3.    Take on a bit of the responsibility by saying something such as, “I must not have made it clear enough…” This reduces the pressure on the employee who is simply in need of supportive redirection.

4.    Reiterate the importance of the task.

5.    Reassure the person you still have confidence in him to help him move toward success on the task. The purpose of redirection is to set up, as soon as possible, an opportunity for a praising to occur.

 

·       If the answer is “Yes,” and you believe the person should have known better, then you must ask yourself, “Did this person make the mistake deliberately or because of a lack of confidence?” Remember—only reprimand deliberate behavior or unusual regressive performance of a normally strong performer.

  • If the problem revolves around a lack of confidence, try to determine the reason.  It could be that a new situation exists that is unsettling to a seasoned worker. For example, perhaps Brad, an experienced cashier, makes many errors on the new cash register.  The reason is most likely a lack of confidence due to a change from the familiar.  Brad doesn’t need a reprimand; rather, he needs training and practice on the new register, coupled with support from an understanding boss.  Reprimands have no place in this example.
  • If you have good reason to believe the person purposely did something wrong, or if the person’s typical good performance is continuously and obviously declining, a reprimand may be appropriate. If you deliver the reprimand with “caring candor,” a phrase coined by Garry Ridge, President and CEO of WD-40 Company, it can be a powerful motivator for a high performer whose recent goal achievement is not up to normal high standards.  Remember these four steps when you must reprimand an individual:

1.    As with a redirection, deliver the reprimand in a timely manner—as soon as the unusual poor performance or behavior is detected. A reprimand should never be saved for an annual performance review.

2.    Be specific about what was done incorrectly and the impact it could have on you or others; i.e., “You didn’t turn in your weekly report on time. When I don’t get reports from all our team members, I can’t do a complete analysis for my Monday leadership meeting.”

3.    Share your exact feelings about the situation—frustration, disappointment, surprise, etc.

4.    Finish by reaffirming the person’s past performance and letting her know the reprimand is not about her as a person, but about her behavior or actions. “This upsets me because it’s so unlike you. You’re one of my best people and you usually get your reports in on time.” This last step is very important because you want the person to walk away thinking about what she did wrong, not about how poorly you treated her.

 

Above all, remember to catch your people doing something right and praise them at every opportunity. You will be making deposits in the bank of goodwill, so that if you occasionally need to make a withdrawal via a redirection or reprimand, the sting will be short-lived and the employee will be that much more motivated toward high achievement.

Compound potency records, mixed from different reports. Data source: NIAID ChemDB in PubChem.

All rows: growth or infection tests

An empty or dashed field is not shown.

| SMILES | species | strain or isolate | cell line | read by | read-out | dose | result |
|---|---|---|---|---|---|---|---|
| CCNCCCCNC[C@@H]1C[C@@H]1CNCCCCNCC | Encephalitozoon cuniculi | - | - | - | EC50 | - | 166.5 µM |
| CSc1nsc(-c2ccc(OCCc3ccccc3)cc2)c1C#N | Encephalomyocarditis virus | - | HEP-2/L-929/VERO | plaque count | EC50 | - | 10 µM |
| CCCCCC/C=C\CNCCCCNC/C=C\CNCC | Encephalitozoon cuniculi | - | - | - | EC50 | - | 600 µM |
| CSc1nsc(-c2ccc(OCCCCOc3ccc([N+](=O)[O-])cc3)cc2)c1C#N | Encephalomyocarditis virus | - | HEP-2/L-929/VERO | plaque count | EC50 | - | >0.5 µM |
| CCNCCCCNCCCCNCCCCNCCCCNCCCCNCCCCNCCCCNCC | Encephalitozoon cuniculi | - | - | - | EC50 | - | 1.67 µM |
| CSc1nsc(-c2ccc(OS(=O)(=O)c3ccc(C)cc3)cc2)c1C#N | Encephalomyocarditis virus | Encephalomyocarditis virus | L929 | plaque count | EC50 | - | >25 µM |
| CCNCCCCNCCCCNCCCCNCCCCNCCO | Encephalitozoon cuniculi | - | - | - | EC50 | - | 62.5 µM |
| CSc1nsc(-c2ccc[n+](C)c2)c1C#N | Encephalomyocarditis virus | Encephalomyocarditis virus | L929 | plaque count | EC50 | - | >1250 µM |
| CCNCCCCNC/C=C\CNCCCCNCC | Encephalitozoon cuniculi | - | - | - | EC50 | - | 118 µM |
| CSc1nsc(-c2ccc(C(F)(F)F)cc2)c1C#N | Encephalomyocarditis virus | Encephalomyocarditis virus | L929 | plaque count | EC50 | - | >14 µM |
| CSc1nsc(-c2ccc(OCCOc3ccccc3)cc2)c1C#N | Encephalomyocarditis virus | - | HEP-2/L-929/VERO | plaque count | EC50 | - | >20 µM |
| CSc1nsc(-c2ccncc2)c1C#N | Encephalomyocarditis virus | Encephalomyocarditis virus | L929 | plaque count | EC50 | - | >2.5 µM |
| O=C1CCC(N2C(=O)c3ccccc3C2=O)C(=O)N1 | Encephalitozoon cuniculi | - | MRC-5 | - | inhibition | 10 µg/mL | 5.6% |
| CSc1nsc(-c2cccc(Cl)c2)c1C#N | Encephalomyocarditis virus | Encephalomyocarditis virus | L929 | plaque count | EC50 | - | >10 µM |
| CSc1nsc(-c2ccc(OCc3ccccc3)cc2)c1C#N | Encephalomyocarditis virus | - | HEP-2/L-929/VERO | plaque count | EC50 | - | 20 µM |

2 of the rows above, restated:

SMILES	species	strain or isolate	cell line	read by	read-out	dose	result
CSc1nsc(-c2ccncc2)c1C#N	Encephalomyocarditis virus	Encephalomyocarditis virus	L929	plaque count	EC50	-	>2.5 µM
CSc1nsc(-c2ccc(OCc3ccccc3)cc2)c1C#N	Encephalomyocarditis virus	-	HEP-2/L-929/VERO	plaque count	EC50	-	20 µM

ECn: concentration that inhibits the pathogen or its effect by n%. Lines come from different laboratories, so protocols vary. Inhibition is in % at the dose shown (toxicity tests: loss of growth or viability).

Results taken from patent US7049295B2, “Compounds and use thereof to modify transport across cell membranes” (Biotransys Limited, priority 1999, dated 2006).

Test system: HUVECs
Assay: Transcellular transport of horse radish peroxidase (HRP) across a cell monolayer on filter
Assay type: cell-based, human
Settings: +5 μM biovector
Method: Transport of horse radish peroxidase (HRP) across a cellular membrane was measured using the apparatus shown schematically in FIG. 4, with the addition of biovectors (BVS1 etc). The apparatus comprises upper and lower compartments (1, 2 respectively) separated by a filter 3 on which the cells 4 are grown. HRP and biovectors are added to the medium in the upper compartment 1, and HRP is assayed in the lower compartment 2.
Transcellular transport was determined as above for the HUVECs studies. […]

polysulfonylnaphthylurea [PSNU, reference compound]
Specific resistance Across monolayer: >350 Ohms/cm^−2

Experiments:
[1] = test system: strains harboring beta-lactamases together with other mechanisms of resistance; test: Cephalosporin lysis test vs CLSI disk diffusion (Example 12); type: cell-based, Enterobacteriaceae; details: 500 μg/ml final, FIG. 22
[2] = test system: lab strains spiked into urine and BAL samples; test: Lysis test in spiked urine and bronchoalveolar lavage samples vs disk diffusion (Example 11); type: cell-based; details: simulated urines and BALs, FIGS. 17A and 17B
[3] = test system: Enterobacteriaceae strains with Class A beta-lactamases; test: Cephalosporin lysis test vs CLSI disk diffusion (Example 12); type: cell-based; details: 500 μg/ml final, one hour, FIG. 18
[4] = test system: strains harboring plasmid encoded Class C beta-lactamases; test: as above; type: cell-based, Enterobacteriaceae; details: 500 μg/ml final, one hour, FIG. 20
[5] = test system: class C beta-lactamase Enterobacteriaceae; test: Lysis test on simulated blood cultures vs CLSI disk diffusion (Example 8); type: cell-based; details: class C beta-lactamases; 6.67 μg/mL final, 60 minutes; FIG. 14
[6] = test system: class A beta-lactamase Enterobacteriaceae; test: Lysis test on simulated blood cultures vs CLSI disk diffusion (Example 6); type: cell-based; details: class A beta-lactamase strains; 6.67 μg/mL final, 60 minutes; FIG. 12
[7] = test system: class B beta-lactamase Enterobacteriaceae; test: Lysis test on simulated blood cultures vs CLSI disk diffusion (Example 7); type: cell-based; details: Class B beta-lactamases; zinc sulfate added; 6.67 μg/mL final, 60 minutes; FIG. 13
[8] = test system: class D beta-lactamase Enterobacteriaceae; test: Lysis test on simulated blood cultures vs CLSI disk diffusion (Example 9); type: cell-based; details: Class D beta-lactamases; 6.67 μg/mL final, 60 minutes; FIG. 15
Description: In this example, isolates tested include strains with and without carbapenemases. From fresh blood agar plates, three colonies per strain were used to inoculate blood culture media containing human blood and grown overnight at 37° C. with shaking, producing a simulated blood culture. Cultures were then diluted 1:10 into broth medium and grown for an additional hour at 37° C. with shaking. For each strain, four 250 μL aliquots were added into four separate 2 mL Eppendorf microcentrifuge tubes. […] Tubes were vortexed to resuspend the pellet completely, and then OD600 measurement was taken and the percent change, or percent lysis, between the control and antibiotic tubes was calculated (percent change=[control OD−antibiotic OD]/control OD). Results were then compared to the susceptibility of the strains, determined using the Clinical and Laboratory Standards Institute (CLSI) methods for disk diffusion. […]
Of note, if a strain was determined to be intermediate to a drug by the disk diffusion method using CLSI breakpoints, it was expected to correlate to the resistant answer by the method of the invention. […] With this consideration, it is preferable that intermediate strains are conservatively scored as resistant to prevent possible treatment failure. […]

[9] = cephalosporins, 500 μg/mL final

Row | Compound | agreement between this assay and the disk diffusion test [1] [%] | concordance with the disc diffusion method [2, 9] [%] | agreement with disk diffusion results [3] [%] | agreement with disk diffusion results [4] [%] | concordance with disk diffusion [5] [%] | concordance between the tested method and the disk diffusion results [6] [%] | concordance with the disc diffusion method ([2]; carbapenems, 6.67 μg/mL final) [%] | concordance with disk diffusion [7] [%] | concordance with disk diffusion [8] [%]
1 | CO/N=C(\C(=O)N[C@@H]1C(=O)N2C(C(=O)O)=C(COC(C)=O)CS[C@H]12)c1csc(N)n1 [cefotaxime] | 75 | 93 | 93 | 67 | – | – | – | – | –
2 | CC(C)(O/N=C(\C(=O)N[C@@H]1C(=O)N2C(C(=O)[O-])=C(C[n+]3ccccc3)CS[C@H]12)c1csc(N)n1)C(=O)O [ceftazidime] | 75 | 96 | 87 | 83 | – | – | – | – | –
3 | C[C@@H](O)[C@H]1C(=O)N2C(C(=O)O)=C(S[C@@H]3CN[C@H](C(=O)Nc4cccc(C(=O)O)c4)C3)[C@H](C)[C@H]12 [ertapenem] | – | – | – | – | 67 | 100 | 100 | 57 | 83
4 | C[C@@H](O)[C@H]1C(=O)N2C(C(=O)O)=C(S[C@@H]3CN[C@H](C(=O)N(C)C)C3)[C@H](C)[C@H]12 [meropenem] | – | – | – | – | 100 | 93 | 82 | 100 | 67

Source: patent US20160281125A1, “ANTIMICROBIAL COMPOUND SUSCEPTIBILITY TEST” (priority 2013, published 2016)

Lead with LUV

I’m really excited about my brand-new book, Lead with LUV, that I wrote with Colleen Barrett, President Emeritus of Southwest Airlines. The reason I’m excited about it is that if I were asked to leave a legacy of my thinking today, this would be it. The world is in desperate need of this message of love and people first.

If you know anything about Southwest Airlines, you know they’re all about love. (They sometimes spell it L-U-V because LUV is their symbol on the New York Stock Exchange.) They love their people and they love their customers. They love their work and take it seriously—but they don’t take themselves seriously.

For example, a colleague of mine was flying on Southwest recently when the attendant got on the public address system and said:

“You know, this is the last flight of the day and we’re really tired. To be honest with you, we don’t have the energy to pass out the peanuts, so we’re going to put them on the floor in the front the plane and when we take off and gain altitude, they’ll slide down the aisle.  If you want some nuts, just grab them.”

And that’s what happened! The whole airplane was in hysterics—laughing, having fun, grabbing peanuts, passing them to their neighbors—just having a blast!

That’s leading with LUV. How different is that than your typical experience on most airlines, where everyone seems so uptight?

Leading with LUV is about treating your customers right. Southwest really gets this. For example, when you call most airlines to change a reservation, you usually get a recording that says they really value your business, but all of their operators are busy right now; they’ll get to you as soon as possible. Then the music starts.  You could be waiting on hold for fifteen or twenty minutes or more.